FDA announces FMT, oncology, diagnostic updates for Covid-19

March 24, 2020

The U.S. Food and Drug Administration (FDA) has taken several actions on vaccines and diagnostics in our ongoing response effort to the COVID-19 pandemic.

The FDA issued a safety alert for fecal microbiota transplantation (FMT) procedures and potential for transmission of the COVID-19 virus through FMT, a procedure that delivers human donor stool into the colon of a patient to treat c. difficile infection in patients that have not responded to standard therapies.

Several recent studies have documented the presence of SARS-CoV-2 ribonucleic acid (RNA) and/or SARS-CoV-2 virus in stool of infected individuals. This information suggests that SARS-CoV-2 may be transmitted by FMT, although the risk of such transmission is unknown.4 At this time, testing nasopharyngeal specimens from stool donors for SARS-CoV-2 may not be widely available. Furthermore, there is limited information on the availability and sensitivity of direct testing of stool for SARS-CoV-2.

At this time, FDA is advising that clinical use of FMT has the potential to transmit SARS-CoV-2, whether used as part of a study under an Investigational New Drug Application (IND) on file with the FDA or under FDA’s enforcement discretion policy. To address the risk, stool used for FMT should have been donated before Dec. 1, 2019. Due to the potential for serious adverse events to occur, FDA has determined that the following protections are needed for any use of FMT that is found to be necessary for clinical care if it involves stool donated after December 1, 2019:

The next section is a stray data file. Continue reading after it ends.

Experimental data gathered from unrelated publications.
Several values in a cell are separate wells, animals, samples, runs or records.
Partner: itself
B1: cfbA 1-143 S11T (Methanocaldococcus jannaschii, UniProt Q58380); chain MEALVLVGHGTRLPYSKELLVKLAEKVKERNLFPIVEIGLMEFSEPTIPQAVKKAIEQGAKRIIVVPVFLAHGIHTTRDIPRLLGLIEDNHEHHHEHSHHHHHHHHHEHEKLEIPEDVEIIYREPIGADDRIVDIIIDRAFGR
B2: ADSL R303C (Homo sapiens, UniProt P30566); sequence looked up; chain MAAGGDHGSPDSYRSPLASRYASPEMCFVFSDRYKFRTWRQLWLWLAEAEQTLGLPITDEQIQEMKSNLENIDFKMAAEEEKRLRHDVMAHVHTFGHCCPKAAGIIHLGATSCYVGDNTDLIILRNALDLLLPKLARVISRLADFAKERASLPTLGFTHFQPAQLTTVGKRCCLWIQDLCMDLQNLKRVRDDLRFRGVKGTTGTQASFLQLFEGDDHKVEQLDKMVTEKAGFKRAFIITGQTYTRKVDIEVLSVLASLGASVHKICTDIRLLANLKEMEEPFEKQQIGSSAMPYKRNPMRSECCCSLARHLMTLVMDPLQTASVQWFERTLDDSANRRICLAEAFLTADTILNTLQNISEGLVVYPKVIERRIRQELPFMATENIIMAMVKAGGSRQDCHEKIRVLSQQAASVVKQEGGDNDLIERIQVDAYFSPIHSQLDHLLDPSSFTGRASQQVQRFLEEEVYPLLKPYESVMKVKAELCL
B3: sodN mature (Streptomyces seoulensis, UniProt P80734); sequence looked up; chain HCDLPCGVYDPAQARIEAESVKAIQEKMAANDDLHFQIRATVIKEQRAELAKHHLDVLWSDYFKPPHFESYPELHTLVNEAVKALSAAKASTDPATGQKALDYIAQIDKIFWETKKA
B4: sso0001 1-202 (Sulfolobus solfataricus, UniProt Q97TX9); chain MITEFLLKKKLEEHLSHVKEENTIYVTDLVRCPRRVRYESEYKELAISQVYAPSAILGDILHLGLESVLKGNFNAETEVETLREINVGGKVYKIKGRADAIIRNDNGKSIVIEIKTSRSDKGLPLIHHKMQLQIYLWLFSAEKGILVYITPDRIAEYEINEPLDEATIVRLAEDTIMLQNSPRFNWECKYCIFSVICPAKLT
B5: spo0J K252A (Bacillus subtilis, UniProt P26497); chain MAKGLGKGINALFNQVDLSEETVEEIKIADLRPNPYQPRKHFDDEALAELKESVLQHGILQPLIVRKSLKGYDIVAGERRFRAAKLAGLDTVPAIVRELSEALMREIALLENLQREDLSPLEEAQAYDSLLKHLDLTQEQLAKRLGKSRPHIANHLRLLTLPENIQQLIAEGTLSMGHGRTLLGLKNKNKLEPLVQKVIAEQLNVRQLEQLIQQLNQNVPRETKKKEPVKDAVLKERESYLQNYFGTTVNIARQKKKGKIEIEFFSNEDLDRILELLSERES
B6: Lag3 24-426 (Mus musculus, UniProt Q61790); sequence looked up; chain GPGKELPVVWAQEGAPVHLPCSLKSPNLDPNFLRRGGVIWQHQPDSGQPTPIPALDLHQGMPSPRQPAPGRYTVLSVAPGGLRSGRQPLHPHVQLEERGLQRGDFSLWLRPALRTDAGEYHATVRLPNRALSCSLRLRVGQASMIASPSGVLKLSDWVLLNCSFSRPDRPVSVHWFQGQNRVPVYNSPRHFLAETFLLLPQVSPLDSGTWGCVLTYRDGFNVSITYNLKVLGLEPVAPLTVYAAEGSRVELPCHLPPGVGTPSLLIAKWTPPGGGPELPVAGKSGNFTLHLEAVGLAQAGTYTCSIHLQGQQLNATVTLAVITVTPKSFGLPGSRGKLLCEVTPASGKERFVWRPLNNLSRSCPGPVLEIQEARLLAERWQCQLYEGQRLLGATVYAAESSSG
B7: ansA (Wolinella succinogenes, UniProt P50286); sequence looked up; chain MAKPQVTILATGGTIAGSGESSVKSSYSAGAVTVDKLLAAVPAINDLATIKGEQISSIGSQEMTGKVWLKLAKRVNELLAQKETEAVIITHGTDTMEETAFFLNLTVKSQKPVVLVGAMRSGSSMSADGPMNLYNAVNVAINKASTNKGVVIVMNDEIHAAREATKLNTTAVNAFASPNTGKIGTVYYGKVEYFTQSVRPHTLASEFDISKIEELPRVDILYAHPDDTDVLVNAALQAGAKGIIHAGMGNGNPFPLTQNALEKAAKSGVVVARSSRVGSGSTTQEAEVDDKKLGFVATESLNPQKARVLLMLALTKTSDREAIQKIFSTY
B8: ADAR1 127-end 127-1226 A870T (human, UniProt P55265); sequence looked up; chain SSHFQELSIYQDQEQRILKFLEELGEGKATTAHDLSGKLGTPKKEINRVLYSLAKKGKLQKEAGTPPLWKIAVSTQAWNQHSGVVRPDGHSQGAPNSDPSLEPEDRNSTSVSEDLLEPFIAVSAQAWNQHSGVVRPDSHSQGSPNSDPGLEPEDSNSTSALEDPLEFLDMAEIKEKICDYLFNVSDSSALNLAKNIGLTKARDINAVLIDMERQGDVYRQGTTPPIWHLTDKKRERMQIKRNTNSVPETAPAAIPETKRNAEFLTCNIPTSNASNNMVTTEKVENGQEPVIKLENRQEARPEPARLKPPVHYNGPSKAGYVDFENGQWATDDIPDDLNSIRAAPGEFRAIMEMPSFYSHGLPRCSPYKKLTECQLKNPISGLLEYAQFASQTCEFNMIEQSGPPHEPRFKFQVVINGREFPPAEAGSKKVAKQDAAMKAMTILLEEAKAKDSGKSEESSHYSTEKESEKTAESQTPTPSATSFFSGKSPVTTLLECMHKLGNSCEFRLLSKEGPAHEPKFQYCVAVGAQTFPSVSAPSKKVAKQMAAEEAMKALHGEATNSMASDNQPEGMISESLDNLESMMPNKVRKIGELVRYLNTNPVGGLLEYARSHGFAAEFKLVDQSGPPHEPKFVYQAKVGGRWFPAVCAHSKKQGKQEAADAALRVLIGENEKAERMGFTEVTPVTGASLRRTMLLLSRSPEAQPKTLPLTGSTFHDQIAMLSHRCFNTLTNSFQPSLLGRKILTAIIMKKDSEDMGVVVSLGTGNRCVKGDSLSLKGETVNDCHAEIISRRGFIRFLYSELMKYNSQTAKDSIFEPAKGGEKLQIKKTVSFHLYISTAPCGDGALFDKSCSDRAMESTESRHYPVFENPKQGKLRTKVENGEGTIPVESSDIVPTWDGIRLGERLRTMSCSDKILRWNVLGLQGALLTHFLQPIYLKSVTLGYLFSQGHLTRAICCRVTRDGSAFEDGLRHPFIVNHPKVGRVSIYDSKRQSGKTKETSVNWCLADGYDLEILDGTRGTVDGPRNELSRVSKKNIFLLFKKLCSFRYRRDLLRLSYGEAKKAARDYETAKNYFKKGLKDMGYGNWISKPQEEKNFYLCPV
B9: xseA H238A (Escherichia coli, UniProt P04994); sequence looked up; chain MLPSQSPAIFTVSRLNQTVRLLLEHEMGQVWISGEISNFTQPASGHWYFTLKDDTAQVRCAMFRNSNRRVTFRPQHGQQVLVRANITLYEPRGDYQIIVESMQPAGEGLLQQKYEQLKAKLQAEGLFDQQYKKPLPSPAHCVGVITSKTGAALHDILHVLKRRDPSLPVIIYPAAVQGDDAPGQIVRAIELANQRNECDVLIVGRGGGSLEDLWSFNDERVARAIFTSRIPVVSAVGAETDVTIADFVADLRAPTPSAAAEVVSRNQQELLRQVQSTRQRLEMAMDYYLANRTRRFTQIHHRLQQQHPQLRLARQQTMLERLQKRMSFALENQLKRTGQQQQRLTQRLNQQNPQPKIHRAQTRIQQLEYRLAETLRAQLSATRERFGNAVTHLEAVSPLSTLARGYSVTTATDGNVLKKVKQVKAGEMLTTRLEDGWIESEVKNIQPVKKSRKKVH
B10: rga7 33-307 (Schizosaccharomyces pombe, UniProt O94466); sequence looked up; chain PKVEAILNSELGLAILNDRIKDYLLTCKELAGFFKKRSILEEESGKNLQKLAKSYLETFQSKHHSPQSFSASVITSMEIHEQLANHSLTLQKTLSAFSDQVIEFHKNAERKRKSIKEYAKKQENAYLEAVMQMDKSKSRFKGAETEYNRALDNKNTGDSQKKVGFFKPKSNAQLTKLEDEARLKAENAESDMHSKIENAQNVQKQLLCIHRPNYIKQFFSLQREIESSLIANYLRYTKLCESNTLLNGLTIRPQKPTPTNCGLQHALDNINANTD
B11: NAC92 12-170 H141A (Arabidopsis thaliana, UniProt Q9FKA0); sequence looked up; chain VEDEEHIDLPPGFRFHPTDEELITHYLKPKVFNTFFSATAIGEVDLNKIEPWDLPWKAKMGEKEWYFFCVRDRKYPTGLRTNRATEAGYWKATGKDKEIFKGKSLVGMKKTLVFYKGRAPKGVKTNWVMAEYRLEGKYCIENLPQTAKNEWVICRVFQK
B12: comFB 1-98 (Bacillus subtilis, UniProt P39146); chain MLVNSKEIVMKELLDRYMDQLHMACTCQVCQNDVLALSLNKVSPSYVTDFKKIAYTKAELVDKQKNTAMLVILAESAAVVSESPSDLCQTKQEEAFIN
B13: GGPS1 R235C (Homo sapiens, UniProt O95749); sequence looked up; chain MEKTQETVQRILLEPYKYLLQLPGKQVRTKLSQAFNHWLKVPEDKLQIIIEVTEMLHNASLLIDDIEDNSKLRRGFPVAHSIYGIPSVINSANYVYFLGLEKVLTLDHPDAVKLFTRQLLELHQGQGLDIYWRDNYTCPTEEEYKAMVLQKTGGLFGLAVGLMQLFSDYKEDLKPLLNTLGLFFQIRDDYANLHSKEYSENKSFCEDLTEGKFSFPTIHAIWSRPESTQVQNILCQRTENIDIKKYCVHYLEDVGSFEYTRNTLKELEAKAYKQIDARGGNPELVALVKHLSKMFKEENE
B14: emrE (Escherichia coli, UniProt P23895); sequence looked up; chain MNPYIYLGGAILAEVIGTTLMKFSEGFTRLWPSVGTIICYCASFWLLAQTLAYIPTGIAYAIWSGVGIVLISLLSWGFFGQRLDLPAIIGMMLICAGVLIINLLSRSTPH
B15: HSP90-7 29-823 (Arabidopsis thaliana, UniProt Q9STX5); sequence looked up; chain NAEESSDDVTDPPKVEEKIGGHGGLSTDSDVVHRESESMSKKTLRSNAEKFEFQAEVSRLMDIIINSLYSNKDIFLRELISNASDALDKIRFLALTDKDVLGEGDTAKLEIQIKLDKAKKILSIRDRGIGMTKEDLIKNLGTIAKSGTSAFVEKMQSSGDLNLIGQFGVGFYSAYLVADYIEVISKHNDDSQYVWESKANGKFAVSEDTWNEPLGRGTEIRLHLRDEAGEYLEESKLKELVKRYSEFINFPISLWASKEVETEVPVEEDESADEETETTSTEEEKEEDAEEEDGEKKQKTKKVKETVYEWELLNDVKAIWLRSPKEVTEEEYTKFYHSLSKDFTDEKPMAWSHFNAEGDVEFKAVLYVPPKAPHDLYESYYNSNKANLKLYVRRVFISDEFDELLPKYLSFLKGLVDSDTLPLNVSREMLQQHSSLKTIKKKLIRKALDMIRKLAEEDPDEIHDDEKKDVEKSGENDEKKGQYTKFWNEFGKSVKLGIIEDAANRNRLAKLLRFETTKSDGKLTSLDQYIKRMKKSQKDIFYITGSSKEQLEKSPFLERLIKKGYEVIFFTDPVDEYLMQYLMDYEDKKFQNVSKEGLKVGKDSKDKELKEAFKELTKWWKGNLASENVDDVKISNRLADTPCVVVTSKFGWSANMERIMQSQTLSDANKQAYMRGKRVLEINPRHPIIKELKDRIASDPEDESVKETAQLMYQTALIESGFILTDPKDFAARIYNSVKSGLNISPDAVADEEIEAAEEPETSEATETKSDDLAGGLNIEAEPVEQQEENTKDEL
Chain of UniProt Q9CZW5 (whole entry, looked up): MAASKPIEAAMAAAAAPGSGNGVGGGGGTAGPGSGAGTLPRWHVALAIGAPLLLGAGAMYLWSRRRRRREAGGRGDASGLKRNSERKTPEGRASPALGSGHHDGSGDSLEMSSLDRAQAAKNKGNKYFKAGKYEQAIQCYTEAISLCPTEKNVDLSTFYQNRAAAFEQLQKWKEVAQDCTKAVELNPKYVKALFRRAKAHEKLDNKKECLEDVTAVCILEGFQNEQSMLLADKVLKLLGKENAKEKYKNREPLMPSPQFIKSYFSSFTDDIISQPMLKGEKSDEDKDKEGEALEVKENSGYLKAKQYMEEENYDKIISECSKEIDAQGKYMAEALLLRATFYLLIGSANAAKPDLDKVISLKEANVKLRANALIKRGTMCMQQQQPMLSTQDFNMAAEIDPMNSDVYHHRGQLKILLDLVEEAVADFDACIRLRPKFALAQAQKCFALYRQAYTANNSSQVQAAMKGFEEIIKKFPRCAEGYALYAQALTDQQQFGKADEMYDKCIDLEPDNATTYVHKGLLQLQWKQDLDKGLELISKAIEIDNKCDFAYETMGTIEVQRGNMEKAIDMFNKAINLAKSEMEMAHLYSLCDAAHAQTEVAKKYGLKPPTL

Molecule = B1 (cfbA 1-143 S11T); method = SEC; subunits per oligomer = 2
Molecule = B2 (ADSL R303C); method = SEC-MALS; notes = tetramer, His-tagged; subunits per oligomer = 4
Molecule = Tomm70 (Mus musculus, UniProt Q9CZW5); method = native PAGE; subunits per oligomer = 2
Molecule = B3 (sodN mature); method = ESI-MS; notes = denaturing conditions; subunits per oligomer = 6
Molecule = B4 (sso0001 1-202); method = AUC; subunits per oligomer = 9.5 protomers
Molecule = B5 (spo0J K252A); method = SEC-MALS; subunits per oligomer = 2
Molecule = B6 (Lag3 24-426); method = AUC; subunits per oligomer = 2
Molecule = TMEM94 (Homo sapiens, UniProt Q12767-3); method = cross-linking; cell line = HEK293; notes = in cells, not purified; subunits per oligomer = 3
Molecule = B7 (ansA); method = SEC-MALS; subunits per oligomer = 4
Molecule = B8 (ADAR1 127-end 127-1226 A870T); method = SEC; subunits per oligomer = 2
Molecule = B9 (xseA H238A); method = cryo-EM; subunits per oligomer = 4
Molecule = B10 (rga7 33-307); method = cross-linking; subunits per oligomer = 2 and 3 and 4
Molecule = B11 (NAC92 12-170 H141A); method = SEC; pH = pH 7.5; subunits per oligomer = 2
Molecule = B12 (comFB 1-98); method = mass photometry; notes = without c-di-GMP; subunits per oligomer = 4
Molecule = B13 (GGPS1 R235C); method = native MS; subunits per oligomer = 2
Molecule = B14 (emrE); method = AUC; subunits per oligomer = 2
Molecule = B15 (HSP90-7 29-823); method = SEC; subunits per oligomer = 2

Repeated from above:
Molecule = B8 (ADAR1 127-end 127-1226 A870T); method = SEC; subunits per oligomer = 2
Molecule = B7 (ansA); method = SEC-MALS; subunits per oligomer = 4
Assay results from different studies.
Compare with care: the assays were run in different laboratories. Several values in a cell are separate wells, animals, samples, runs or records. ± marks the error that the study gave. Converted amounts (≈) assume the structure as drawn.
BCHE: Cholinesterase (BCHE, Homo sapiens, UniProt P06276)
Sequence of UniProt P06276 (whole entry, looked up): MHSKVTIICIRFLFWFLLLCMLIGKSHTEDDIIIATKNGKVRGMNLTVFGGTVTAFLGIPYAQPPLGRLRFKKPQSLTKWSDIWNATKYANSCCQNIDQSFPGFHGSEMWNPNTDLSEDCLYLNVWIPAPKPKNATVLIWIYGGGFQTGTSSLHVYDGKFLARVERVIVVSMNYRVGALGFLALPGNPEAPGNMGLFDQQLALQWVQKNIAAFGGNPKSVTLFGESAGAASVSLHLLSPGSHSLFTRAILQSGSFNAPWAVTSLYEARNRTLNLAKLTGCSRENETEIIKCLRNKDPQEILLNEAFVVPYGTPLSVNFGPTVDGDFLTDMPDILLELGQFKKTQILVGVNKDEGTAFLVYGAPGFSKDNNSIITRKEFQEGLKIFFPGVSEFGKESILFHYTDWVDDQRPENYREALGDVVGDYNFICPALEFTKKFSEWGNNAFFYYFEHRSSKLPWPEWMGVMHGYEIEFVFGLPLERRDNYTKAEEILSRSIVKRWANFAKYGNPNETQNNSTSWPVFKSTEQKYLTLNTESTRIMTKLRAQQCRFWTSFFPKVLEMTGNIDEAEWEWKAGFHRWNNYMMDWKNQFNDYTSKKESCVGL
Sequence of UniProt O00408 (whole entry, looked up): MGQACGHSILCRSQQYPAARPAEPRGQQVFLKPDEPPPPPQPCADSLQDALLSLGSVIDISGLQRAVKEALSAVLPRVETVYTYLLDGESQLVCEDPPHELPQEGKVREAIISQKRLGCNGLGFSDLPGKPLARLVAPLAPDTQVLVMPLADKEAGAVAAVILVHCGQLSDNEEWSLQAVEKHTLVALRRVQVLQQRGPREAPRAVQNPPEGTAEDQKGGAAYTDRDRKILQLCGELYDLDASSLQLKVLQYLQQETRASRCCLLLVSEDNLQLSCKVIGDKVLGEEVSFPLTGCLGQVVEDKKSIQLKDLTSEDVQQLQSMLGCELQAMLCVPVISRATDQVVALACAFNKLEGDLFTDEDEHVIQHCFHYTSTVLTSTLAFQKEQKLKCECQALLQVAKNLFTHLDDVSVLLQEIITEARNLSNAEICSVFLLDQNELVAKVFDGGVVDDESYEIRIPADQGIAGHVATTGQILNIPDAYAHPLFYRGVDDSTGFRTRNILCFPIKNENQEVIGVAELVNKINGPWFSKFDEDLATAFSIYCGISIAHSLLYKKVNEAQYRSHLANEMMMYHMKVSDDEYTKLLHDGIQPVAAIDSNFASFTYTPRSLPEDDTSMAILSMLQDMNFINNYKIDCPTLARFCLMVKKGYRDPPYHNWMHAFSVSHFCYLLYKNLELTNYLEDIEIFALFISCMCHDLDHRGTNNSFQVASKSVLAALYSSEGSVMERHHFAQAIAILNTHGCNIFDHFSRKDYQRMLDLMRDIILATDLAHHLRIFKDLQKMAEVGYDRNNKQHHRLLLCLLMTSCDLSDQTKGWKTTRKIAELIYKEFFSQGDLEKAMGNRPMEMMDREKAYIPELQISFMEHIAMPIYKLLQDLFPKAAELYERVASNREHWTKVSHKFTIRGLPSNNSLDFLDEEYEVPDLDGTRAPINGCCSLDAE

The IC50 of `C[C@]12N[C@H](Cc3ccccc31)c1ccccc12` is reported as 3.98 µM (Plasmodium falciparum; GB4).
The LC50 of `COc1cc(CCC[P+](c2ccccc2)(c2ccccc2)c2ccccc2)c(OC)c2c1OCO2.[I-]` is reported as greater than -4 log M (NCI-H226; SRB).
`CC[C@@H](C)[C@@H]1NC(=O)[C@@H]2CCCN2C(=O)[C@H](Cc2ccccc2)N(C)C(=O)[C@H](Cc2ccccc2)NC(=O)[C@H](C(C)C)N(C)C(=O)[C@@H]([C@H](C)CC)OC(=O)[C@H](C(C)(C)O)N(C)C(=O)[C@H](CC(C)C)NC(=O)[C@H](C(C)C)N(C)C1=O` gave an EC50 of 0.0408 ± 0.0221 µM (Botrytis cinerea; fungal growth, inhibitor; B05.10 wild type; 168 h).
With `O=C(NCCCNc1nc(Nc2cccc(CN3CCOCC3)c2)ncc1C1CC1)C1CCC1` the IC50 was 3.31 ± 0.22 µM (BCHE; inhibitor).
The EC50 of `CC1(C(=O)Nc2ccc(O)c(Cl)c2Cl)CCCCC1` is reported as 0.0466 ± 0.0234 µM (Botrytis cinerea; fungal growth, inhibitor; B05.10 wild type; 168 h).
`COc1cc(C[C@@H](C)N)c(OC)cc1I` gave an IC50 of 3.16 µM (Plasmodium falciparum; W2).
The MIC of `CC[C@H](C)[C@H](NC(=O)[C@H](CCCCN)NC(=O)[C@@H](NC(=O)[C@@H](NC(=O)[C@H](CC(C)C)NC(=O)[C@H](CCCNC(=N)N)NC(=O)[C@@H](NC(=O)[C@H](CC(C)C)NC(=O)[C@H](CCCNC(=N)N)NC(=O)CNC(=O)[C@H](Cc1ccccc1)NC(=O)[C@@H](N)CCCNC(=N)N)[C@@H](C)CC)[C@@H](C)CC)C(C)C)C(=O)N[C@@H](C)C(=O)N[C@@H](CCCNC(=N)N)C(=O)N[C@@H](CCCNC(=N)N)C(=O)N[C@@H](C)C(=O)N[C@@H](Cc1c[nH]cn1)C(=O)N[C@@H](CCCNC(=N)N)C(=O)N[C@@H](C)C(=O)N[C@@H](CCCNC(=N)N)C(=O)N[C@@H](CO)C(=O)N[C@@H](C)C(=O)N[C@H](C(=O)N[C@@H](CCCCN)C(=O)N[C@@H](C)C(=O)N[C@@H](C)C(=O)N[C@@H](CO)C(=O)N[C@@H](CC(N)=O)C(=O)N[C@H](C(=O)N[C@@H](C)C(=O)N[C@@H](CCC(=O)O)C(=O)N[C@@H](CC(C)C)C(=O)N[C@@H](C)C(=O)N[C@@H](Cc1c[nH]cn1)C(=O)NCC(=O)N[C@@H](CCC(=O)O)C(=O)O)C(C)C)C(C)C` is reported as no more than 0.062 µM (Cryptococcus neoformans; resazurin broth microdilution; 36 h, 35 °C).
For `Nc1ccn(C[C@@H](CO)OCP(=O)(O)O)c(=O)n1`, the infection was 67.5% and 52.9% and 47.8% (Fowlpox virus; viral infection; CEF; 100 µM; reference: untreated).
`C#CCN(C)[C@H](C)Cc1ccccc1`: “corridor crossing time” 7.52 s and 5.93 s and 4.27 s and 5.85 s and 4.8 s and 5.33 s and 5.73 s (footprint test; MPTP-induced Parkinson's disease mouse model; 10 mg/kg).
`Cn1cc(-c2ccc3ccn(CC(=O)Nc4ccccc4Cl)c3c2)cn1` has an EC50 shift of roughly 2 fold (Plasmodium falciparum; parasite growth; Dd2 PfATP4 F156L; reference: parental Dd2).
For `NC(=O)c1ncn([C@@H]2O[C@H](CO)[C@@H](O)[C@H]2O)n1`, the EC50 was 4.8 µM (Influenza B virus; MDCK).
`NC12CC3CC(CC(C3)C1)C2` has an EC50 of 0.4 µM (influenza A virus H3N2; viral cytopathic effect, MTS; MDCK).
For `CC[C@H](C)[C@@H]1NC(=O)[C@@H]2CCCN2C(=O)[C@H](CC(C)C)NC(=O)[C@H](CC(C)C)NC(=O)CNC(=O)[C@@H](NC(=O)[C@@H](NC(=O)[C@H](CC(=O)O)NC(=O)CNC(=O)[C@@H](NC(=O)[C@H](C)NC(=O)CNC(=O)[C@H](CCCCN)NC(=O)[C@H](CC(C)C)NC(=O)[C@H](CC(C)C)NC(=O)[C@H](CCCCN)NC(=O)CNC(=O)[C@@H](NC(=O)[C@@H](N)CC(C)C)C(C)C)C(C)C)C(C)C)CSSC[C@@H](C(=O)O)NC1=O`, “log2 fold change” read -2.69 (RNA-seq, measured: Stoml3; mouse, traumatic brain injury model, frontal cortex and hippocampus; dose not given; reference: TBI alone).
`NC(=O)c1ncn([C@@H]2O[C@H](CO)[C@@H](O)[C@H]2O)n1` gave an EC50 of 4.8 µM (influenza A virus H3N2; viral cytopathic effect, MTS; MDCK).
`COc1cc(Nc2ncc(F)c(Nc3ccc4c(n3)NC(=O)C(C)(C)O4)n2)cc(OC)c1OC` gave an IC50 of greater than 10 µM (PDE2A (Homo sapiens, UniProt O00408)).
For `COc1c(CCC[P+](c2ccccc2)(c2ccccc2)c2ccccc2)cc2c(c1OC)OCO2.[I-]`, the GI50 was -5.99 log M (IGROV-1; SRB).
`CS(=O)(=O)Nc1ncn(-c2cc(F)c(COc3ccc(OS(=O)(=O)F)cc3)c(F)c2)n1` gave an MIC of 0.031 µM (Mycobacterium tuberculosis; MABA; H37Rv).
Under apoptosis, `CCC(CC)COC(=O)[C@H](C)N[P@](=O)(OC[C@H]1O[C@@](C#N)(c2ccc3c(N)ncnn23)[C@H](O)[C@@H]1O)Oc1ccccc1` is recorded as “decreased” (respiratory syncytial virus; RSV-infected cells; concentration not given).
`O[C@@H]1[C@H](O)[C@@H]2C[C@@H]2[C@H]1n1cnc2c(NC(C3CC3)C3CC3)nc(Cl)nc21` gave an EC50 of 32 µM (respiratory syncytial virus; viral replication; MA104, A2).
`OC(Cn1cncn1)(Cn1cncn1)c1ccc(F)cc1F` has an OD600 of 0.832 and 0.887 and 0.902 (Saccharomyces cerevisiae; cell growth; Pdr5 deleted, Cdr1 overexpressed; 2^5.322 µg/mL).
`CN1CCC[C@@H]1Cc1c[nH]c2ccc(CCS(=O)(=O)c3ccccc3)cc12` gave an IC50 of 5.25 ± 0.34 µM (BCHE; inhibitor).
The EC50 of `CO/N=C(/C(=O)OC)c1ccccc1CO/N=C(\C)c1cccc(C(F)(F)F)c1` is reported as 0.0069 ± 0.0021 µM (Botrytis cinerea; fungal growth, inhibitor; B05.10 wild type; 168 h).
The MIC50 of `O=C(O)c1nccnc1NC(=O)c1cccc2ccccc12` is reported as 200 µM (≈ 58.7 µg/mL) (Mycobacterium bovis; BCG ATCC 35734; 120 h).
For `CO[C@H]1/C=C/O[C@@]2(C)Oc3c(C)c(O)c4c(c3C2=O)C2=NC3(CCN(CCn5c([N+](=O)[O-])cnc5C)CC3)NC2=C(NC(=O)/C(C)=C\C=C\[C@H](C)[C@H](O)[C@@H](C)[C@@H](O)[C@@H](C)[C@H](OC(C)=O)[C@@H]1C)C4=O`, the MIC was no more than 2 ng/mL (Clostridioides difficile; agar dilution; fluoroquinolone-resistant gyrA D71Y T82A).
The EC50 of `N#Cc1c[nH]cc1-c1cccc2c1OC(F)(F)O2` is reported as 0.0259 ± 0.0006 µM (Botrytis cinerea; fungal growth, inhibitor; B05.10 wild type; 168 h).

• Donor screening with questions directed at identifying donors who may be currently or recently infected with SARS-CoV-2;
  • Testing donors and/or donor stool for SARS-CoV-2, as feasible;
  • Development of criteria for exclusion of donors and donor stool based on screening and testing; and
  • Informed consent that includes information about the potential for transmission of SARS-CoV-2 via FMT, including FMT prepared from stool from donors who are asymptomatic for COVID-19.

The FDA also updated its FAQ on Diagnostic Testing for SARS-CoV-2 regarding specimen collection for COVID-19 testing. Based on available data, FDA believes that, for symptomatic patients, nasal swabs could be used that access just the front of the nose rather than the depth of the nasal cavity. This would provide COVID-19 testing that is more comfortable for patients, allows self-collection of specimens at collection sites, and that can be performed with a simpler and more readily available swab.

The FDA Oncology Center of Excellence recognizes that patients with cancer constitute a vulnerable population at risk of contracting the coronavirus disease (COVID-19). While everyone’s daily lives have been disrupted during the COVID-19 pandemic, the impact may be hardest on those with acute or chronic medical conditions and those with weakened immune systems, such as that caused by cancer and some forms of cancer treatment.